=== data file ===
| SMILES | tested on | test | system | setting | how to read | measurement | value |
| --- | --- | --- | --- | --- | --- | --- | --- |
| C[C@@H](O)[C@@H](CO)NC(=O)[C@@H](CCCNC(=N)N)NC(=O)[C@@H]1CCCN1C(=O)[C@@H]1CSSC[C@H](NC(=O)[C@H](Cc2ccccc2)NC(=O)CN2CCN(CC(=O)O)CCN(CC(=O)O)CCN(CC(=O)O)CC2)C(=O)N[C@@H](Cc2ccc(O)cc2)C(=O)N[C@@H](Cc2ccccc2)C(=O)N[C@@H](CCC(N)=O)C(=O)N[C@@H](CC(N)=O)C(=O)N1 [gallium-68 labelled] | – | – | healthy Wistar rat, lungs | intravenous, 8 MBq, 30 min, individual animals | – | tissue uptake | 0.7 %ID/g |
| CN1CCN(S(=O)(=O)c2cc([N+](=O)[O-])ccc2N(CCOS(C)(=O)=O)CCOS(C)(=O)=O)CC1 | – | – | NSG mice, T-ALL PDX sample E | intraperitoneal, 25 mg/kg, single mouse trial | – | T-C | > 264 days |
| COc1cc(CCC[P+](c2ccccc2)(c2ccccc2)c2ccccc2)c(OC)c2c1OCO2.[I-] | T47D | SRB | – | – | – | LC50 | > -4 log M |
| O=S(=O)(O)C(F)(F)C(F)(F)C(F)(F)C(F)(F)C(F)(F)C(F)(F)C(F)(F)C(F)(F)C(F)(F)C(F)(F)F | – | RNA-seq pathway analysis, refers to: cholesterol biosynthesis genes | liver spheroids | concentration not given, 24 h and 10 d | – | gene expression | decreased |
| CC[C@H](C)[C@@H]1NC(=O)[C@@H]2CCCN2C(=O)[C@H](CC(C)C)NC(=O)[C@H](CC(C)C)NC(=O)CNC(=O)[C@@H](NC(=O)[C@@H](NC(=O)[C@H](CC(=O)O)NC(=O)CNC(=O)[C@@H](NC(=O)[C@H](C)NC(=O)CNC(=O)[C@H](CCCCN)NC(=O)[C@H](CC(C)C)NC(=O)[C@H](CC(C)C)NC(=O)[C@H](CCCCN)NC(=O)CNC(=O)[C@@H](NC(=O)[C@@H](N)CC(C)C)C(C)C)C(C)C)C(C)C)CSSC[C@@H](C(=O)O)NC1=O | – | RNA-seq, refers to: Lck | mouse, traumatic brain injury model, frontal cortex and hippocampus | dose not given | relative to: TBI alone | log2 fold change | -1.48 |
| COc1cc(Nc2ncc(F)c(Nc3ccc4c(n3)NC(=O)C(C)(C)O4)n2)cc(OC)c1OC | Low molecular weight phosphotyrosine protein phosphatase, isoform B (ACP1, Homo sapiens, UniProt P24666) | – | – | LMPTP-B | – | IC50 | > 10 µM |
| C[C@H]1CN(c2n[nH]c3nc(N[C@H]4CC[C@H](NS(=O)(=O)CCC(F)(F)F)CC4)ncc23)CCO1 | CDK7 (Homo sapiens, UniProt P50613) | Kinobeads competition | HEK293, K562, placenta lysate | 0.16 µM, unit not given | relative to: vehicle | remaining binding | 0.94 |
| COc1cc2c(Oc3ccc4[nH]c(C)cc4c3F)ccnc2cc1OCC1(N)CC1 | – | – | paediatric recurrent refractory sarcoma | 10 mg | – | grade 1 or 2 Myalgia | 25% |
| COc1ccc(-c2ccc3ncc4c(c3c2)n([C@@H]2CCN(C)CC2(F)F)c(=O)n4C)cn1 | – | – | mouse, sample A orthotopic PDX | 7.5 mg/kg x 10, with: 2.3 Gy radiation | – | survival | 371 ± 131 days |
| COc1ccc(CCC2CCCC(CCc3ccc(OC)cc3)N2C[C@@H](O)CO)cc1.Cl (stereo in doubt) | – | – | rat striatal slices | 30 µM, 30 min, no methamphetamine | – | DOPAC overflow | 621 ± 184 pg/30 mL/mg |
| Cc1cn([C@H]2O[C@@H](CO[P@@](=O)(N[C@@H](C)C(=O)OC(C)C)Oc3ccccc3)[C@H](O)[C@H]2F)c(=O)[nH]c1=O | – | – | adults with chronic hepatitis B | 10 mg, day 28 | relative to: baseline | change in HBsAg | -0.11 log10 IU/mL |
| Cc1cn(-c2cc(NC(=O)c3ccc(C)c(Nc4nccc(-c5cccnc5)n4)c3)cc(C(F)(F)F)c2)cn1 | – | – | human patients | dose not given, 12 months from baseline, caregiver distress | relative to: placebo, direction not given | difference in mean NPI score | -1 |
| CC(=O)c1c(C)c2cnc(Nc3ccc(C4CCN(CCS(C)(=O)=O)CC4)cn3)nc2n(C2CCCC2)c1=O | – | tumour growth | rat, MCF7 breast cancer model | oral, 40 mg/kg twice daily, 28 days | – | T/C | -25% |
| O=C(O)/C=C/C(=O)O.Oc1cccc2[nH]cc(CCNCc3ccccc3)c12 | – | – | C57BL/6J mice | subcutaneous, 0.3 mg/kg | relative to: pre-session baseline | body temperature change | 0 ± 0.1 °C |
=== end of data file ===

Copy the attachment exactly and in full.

| SMILES | tested on | test | system | setting | how to read | measurement | value |
| --- | --- | --- | --- | --- | --- | --- | --- |
| C[C@@H](O)[C@@H](CO)NC(=O)[C@@H](CCCNC(=N)N)NC(=O)[C@@H]1CCCN1C(=O)[C@@H]1CSSC[C@H](NC(=O)[C@H](Cc2ccccc2)NC(=O)CN2CCN(CC(=O)O)CCN(CC(=O)O)CCN(CC(=O)O)CC2)C(=O)N[C@@H](Cc2ccc(O)cc2)C(=O)N[C@@H](Cc2ccccc2)C(=O)N[C@@H](CCC(N)=O)C(=O)N[C@@H](CC(N)=O)C(=O)N1 [gallium-68 labelled] | – | – | healthy Wistar rat, lungs | intravenous, 8 MBq, 30 min, individual animals | – | tissue uptake | 0.7 %ID/g |
| CN1CCN(S(=O)(=O)c2cc([N+](=O)[O-])ccc2N(CCOS(C)(=O)=O)CCOS(C)(=O)=O)CC1 | – | – | NSG mice, T-ALL PDX sample E | intraperitoneal, 25 mg/kg, single mouse trial | – | T-C | > 264 days |
| COc1cc(CCC[P+](c2ccccc2)(c2ccccc2)c2ccccc2)c(OC)c2c1OCO2.[I-] | T47D | SRB | – | – | – | LC50 | > -4 log M |
| O=S(=O)(O)C(F)(F)C(F)(F)C(F)(F)C(F)(F)C(F)(F)C(F)(F)C(F)(F)C(F)(F)C(F)(F)C(F)(F)F | – | RNA-seq pathway analysis, refers to: cholesterol biosynthesis genes | liver spheroids | concentration not given, 24 h and 10 d | – | gene expression | decreased |
| CC[C@H](C)[C@@H]1NC(=O)[C@@H]2CCCN2C(=O)[C@H](CC(C)C)NC(=O)[C@H](CC(C)C)NC(=O)CNC(=O)[C@@H](NC(=O)[C@@H](NC(=O)[C@H](CC(=O)O)NC(=O)CNC(=O)[C@@H](NC(=O)[C@H](C)NC(=O)CNC(=O)[C@H](CCCCN)NC(=O)[C@H](CC(C)C)NC(=O)[C@H](CC(C)C)NC(=O)[C@H](CCCCN)NC(=O)CNC(=O)[C@@H](NC(=O)[C@@H](N)CC(C)C)C(C)C)C(C)C)C(C)C)CSSC[C@@H](C(=O)O)NC1=O | – | RNA-seq, refers to: Lck | mouse, traumatic brain injury model, frontal cortex and hippocampus | dose not given | relative to: TBI alone | log2 fold change | -1.48 |
| COc1cc(Nc2ncc(F)c(Nc3ccc4c(n3)NC(=O)C(C)(C)O4)n2)cc(OC)c1OC | Low molecular weight phosphotyrosine protein phosphatase, isoform B (ACP1, Homo sapiens, UniProt P24666) | – | – | LMPTP-B | – | IC50 | > 10 µM |
| C[C@H]1CN(c2n[nH]c3nc(N[C@H]4CC[C@H](NS(=O)(=O)CCC(F)(F)F)CC4)ncc23)CCO1 | CDK7 (Homo sapiens, UniProt P50613) | Kinobeads competition | HEK293, K562, placenta lysate | 0.16 µM, unit not given | relative to: vehicle | remaining binding | 0.94 |
| COc1cc2c(Oc3ccc4[nH]c(C)cc4c3F)ccnc2cc1OCC1(N)CC1 | – | – | paediatric recurrent refractory sarcoma | 10 mg | – | grade 1 or 2 Myalgia | 25% |
| COc1ccc(-c2ccc3ncc4c(c3c2)n([C@@H]2CCN(C)CC2(F)F)c(=O)n4C)cn1 | – | – | mouse, sample A orthotopic PDX | 7.5 mg/kg x 10, with: 2.3 Gy radiation | – | survival | 371 ± 131 days |
| COc1ccc(CCC2CCCC(CCc3ccc(OC)cc3)N2C[C@@H](O)CO)cc1.Cl (stereo in doubt) | – | – | rat striatal slices | 30 µM, 30 min, no methamphetamine | – | DOPAC overflow | 621 ± 184 pg/30 mL/mg |
| Cc1cn([C@H]2O[C@@H](CO[P@@](=O)(N[C@@H](C)C(=O)OC(C)C)Oc3ccccc3)[C@H](O)[C@H]2F)c(=O)[nH]c1=O | – | – | adults with chronic hepatitis B | 10 mg, day 28 | relative to: baseline | change in HBsAg | -0.11 log10 IU/mL |
| Cc1cn(-c2cc(NC(=O)c3ccc(C)c(Nc4nccc(-c5cccnc5)n4)c3)cc(C(F)(F)F)c2)cn1 | – | – | human patients | dose not given, 12 months from baseline, caregiver distress | relative to: placebo, direction not given | difference in mean NPI score | -1 |
| CC(=O)c1c(C)c2cnc(Nc3ccc(C4CCN(CCS(C)(=O)=O)CC4)cn3)nc2n(C2CCCC2)c1=O | – | tumour growth | rat, MCF7 breast cancer model | oral, 40 mg/kg twice daily, 28 days | – | T/C | -25% |
| O=C(O)/C=C/C(=O)O.Oc1cccc2[nH]cc(CCNCc3ccccc3)c12 | – | – | C57BL/6J mice | subcutaneous, 0.3 mg/kg | relative to: pre-session baseline | body temperature change | 0 ± 0.1 °C |